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Monthly Archives: July 2013

Pikmin 3 ::: Let’s Play

It’s been a mighty while since the last Pikmin and James has been having to suffice with the offering found in Nintendoland. That only whetted his appetite further and so here he is showing Ali found the newest instalment of Nintendo’s garden-based franchise.

Oculus Rift ::: Hands On

As a proud owner of a Virtual Boy I consider this Oculus Rift a bit of a Johnny-come-lately. Yes, Nintendo’s doomed device may have been as portable as a house brick and incapable of being played without a stand to support it, but it gave your eyes a stereoscopic treat almost two-decades before Carmack began backing the Rift.

In stark black and red there is still to this day a wonderful quality to its vector graphics. Like lasers breaking the void each line sears itself onto your vision, impressing upon you a sense of depth never seen before in the mass market. From the low camera angles of Mario Tennis and Nester’s Funky Bowling, to the curiously top-down Vertical Force, the thin catalogue of games did what they could to sell the dream. Ultimately, however, when combined with a high price, an uncomfortable design, and migraine inducing visuals, the games were fighting an uphill battle.

During the intervening time we’ve seen little of virtual reality. Craig Charles’ Cyber Zone aside, it has troubled us little since the early 90s. Understandable given the quality of the graphics being offered at the time. Low polygon counts and flat textures may have been impressive at the advent of 3D but as the novelty wore off then so too did demand. Strapping yourself in and experiencing a blocky, misshapen world could quite readily happen on your own telly without the need for a helmet.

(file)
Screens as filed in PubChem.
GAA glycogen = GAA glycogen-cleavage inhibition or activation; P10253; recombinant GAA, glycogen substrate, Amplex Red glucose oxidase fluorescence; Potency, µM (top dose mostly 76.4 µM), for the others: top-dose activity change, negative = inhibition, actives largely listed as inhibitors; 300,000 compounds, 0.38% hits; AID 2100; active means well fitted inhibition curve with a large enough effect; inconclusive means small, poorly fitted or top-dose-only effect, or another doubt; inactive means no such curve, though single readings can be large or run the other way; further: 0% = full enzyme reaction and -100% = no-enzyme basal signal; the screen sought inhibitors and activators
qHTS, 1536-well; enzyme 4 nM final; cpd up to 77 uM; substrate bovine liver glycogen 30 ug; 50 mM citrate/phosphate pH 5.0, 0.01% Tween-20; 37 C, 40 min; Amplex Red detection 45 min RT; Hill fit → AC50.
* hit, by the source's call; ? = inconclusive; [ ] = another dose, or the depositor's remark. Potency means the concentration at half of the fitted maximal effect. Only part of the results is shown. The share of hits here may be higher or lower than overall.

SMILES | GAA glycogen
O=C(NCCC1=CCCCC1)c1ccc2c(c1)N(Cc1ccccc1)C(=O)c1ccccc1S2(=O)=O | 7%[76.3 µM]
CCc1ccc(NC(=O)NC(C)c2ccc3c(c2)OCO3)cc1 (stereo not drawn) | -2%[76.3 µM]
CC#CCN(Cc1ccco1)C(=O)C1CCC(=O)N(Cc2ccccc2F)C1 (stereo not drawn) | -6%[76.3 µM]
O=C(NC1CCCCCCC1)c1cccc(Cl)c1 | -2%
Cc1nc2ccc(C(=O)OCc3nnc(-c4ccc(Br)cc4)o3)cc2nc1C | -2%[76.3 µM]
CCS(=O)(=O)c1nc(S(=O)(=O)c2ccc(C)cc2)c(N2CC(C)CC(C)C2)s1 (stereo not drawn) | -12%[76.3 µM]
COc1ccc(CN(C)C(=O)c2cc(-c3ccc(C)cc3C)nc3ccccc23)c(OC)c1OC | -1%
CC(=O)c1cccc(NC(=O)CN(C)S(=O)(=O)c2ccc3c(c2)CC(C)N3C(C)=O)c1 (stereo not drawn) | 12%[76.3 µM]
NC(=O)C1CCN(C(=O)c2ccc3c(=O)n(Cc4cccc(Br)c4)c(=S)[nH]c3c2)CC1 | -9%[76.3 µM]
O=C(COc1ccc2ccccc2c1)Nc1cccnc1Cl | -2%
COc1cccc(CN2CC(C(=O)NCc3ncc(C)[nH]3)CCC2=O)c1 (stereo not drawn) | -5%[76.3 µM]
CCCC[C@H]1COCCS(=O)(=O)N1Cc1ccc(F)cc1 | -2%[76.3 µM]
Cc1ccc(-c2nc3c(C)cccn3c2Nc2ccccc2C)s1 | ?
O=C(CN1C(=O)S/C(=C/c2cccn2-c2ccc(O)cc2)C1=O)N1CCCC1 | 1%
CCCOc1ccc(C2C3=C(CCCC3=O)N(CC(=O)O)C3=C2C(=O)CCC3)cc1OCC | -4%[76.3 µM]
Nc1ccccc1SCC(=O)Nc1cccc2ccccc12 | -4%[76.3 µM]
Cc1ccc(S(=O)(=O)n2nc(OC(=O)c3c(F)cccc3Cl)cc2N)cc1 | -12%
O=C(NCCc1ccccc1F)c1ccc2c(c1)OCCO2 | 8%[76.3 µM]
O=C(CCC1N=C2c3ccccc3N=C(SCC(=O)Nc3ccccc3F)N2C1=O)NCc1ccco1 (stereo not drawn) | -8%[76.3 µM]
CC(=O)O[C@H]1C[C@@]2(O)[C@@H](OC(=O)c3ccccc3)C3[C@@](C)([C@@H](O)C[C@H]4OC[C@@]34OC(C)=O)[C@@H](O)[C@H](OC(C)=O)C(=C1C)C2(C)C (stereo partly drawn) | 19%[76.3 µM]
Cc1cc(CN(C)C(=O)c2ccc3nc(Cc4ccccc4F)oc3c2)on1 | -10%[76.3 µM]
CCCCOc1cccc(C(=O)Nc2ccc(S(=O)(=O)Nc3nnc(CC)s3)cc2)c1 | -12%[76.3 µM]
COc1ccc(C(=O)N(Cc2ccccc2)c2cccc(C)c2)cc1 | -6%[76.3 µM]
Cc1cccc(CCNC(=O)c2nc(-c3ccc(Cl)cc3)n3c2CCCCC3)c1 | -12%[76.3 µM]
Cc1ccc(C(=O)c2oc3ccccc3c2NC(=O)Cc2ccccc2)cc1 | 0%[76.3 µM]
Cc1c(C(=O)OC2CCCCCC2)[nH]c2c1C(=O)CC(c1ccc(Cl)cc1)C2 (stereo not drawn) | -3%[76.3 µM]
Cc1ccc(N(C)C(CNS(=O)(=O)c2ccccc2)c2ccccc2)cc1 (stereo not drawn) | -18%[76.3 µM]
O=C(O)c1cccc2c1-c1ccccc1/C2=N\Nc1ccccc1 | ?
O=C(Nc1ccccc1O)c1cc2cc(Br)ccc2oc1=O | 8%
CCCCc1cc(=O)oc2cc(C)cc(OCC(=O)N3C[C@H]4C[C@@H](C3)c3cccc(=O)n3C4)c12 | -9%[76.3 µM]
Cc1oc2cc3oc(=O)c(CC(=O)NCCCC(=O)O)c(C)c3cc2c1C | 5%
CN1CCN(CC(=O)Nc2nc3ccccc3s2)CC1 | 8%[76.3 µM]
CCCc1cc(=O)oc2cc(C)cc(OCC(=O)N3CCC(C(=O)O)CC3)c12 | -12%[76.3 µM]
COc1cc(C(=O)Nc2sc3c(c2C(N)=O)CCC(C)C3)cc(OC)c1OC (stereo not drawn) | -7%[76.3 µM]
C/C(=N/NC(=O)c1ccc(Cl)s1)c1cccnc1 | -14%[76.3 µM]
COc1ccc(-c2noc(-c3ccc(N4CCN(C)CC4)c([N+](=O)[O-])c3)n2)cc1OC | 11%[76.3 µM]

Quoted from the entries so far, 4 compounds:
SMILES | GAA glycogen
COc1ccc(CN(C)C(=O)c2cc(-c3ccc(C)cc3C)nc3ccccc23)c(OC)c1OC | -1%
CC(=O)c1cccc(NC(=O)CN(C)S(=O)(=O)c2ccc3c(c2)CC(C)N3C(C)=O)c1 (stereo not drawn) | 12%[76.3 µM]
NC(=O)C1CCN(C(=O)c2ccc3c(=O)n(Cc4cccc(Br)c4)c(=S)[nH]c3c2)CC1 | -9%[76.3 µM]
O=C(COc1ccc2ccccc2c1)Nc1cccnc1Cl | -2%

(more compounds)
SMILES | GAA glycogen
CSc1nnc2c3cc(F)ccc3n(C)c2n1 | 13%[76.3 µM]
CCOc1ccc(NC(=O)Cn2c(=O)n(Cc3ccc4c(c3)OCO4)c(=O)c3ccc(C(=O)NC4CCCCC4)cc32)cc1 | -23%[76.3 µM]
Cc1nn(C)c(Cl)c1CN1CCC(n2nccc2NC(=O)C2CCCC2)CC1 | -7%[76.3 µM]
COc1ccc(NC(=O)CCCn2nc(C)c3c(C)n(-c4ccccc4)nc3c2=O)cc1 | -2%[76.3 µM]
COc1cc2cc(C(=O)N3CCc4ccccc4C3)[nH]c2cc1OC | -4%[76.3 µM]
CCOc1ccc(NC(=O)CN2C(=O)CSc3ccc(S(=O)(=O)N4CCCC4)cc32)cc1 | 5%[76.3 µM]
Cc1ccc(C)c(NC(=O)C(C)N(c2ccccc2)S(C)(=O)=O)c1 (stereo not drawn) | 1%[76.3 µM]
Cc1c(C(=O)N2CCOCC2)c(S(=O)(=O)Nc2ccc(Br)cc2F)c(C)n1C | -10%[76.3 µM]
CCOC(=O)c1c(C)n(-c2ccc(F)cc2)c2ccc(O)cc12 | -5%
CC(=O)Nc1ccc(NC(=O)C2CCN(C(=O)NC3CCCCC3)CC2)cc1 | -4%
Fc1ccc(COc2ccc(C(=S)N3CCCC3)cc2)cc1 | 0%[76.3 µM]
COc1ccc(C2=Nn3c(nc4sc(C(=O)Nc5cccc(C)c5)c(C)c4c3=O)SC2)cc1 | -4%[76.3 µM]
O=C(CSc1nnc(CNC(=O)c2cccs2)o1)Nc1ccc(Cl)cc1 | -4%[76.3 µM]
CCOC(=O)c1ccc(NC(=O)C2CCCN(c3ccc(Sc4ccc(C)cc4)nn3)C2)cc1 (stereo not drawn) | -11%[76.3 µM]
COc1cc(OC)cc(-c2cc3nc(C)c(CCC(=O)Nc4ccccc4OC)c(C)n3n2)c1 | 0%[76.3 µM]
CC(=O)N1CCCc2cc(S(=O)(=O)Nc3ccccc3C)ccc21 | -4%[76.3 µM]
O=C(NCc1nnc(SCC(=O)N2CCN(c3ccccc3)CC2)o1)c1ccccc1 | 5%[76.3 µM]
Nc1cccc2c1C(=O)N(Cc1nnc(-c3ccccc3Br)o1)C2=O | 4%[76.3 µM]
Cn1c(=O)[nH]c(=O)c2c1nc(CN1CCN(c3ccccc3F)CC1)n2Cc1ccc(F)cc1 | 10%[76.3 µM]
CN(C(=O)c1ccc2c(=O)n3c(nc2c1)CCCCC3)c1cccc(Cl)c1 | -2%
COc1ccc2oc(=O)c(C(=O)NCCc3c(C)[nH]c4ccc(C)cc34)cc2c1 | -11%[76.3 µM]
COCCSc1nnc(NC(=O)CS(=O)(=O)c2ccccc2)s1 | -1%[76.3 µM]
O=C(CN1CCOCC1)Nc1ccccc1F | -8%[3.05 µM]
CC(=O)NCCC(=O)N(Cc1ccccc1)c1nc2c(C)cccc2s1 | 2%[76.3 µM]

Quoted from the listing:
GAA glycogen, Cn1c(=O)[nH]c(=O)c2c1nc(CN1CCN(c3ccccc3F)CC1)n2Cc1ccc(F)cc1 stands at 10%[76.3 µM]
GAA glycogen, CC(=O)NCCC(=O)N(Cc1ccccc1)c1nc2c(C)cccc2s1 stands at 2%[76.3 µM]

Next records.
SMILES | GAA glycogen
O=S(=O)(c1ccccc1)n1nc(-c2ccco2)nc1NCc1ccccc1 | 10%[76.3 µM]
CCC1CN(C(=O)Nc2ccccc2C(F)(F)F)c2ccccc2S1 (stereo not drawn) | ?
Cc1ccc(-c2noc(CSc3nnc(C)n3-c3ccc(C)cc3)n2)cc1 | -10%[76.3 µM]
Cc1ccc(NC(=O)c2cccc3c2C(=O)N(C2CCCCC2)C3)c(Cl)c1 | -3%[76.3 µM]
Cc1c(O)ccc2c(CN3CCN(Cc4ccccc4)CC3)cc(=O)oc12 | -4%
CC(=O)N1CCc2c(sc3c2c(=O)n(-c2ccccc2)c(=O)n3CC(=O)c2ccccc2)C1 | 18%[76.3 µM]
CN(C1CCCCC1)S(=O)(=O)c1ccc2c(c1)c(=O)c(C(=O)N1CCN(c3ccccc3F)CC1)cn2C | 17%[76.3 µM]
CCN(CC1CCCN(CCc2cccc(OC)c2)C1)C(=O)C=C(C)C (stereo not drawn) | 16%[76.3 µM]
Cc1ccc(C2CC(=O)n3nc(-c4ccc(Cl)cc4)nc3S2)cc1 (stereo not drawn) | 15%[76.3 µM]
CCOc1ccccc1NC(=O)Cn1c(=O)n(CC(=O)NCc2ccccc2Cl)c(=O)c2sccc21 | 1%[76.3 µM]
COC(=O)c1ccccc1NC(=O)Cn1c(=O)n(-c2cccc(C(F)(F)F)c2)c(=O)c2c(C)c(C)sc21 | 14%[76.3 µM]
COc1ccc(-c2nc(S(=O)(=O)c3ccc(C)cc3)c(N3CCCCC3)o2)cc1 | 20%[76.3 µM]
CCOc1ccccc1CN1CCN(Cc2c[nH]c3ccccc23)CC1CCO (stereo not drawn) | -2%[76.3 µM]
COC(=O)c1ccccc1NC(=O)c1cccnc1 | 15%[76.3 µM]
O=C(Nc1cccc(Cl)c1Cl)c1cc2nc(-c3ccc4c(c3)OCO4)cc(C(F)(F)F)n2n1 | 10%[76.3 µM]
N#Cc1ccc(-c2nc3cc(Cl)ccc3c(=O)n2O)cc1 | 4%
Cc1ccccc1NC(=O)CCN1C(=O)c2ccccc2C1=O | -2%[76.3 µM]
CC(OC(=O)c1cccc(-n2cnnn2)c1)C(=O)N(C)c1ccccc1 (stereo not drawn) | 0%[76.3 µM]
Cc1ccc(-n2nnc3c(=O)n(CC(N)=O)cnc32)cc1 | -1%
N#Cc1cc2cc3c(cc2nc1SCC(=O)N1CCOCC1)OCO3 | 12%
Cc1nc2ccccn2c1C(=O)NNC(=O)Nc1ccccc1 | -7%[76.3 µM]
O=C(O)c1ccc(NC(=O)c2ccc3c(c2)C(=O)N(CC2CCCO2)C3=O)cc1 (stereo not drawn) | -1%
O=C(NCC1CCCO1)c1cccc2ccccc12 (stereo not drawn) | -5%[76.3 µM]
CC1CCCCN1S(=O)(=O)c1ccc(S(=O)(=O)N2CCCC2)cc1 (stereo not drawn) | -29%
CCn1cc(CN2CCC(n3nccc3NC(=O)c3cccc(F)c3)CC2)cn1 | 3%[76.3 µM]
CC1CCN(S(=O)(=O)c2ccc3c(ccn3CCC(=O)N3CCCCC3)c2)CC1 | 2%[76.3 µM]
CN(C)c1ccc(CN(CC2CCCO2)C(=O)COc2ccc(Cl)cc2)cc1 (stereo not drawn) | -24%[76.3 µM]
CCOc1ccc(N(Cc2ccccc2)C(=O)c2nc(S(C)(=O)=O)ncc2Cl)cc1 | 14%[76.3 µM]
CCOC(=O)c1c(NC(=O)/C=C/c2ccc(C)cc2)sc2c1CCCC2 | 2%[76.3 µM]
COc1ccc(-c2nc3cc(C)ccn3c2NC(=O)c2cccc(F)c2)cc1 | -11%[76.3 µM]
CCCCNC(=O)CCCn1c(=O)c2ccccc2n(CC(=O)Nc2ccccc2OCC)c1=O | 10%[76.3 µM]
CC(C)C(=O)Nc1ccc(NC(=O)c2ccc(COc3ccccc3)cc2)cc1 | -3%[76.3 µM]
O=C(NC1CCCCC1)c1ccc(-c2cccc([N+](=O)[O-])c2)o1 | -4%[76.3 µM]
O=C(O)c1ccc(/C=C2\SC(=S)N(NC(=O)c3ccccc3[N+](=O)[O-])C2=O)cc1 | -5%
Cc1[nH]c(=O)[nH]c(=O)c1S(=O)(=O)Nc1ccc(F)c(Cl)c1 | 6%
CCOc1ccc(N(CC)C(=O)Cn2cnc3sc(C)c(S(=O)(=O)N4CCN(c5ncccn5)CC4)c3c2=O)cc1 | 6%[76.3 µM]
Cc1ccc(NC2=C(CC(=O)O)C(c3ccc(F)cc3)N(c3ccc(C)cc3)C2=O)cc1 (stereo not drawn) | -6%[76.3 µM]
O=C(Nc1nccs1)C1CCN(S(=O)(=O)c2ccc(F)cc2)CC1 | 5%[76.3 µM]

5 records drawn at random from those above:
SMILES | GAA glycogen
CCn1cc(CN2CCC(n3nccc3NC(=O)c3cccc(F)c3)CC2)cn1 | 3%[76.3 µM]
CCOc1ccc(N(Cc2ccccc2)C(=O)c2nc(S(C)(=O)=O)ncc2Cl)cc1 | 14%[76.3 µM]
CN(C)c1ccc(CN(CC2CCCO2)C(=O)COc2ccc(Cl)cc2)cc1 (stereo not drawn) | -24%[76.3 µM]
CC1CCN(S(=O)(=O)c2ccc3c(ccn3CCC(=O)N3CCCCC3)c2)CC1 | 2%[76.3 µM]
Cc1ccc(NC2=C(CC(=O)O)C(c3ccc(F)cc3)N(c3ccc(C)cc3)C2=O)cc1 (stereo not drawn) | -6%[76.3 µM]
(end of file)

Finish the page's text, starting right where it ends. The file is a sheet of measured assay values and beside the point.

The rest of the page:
So much stock had been put into the fact that Virtual Reality was an outdated concept that despite the obvious leaps in technology I for one pooh-poohed the Oculus Rift when it was unveiled. Still imagining oversized and unshapely headwear the initial mutterings of interest from some of the industries most esteemed names did little for me. I struggled to see, in an age where 3D is failing to take off, that it was anything more than a novelty. I imagined the proximity of your face to the screen being off putting, so close to the light source as to be irritating; the fidelity of the screen being too low at such a distance; and the whole experience of controlling your own camera by motion tainted by that of Wii and Kinect.

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And yet when I strapped myself sceptically into Ether One’s tech demo at Rezzed most of these reservations melted away. Coupled with a supremely robust set of headphones I found myself transported from a bustling, noisy show floor and cocooned into a whole new world. The dark arena hall had given way to a verdant cliff top, a town sprawling to my left whilst the sea stretched out in front.

The sensation of being in the world, truly immersed in it, was staggering. It’s the type of thrill you only get once, like finding your first warp pipe in Super Mario Bros. or that moment where you crest the hill to see the vastness of Hyrule Field for the first time in Ocarina of Time. You’ll never get your first time again as your hobby finds a new and exciting way of portraying itself. All my previous concerns were forgotten and I strolled about, head tilting this way and that to drink in this new feeling.

The superlatives may seem laid on a little thick but I found myself taken in by the simplest things, though mainly those that demonstrated the power of 3D handled effectively. Positioning myself so that the light bloomed through the trees as I looked up or viewing a river running underneath a cracked wooden bridge, the view adjusting ever so finely as I moved my head about. Each brought the world into sharper relief than any Hollywood blockbuster that had hurled millions of dollars at the third dimension.